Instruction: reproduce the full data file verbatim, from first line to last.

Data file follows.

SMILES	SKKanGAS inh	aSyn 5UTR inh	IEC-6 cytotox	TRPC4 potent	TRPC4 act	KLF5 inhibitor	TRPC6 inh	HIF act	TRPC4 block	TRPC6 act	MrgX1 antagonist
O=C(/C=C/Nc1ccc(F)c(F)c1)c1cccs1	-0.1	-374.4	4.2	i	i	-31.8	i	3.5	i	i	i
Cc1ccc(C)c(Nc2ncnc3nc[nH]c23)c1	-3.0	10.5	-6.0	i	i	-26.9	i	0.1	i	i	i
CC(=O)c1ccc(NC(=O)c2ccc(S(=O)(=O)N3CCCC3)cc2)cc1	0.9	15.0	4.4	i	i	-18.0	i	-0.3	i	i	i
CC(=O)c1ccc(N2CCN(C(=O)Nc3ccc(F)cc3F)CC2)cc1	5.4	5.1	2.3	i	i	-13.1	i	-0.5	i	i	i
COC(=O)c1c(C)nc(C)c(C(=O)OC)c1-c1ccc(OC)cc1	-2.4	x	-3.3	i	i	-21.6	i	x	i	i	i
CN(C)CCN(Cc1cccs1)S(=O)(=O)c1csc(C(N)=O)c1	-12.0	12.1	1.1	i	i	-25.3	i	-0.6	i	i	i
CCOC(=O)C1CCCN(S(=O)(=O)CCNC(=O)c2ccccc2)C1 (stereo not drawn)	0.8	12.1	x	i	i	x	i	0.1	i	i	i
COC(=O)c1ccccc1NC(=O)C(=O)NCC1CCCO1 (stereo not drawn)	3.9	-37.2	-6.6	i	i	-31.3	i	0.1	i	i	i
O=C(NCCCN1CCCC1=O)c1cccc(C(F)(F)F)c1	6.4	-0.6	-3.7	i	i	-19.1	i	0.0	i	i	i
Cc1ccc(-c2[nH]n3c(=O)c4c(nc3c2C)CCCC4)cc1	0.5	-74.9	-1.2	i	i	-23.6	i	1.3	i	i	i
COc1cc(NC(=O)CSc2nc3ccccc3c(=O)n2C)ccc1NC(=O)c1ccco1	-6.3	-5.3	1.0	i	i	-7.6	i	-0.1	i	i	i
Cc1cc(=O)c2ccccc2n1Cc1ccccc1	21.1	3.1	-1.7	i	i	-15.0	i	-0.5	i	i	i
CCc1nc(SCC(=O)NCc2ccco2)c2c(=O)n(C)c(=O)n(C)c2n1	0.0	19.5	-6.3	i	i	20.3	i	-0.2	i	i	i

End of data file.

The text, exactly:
SMILES	SKKanGAS inh	aSyn 5UTR inh	IEC-6 cytotox	TRPC4 potent	TRPC4 act	KLF5 inhibitor	TRPC6 inh	HIF act	TRPC4 block	TRPC6 act	MrgX1 antagonist
O=C(/C=C/Nc1ccc(F)c(F)c1)c1cccs1	-0.1	-374.4	4.2	i	i	-31.8	i	3.5	i	i	i
Cc1ccc(C)c(Nc2ncnc3nc[nH]c23)c1	-3.0	10.5	-6.0	i	i	-26.9	i	0.1	i	i	i
CC(=O)c1ccc(NC(=O)c2ccc(S(=O)(=O)N3CCCC3)cc2)cc1	0.9	15.0	4.4	i	i	-18.0	i	-0.3	i	i	i
CC(=O)c1ccc(N2CCN(C(=O)Nc3ccc(F)cc3F)CC2)cc1	5.4	5.1	2.3	i	i	-13.1	i	-0.5	i	i	i
COC(=O)c1c(C)nc(C)c(C(=O)OC)c1-c1ccc(OC)cc1	-2.4	x	-3.3	i	i	-21.6	i	x	i	i	i
CN(C)CCN(Cc1cccs1)S(=O)(=O)c1csc(C(N)=O)c1	-12.0	12.1	1.1	i	i	-25.3	i	-0.6	i	i	i
CCOC(=O)C1CCCN(S(=O)(=O)CCNC(=O)c2ccccc2)C1 (stereo not drawn)	0.8	12.1	x	i	i	x	i	0.1	i	i	i
COC(=O)c1ccccc1NC(=O)C(=O)NCC1CCCO1 (stereo not drawn)	3.9	-37.2	-6.6	i	i	-31.3	i	0.1	i	i	i
O=C(NCCCN1CCCC1=O)c1cccc(C(F)(F)F)c1	6.4	-0.6	-3.7	i	i	-19.1	i	0.0	i	i	i
Cc1ccc(-c2[nH]n3c(=O)c4c(nc3c2C)CCCC4)cc1	0.5	-74.9	-1.2	i	i	-23.6	i	1.3	i	i	i
COc1cc(NC(=O)CSc2nc3ccccc3c(=O)n2C)ccc1NC(=O)c1ccco1	-6.3	-5.3	1.0	i	i	-7.6	i	-0.1	i	i	i
Cc1cc(=O)c2ccccc2n1Cc1ccccc1	21.1	3.1	-1.7	i	i	-15.0	i	-0.5	i	i	i
CCc1nc(SCC(=O)NCc2ccco2)c2c(=O)n(C)c(=O)n(C)c2n1	0.0	19.5	-6.3	i	i	20.3	i	-0.2	i	i	i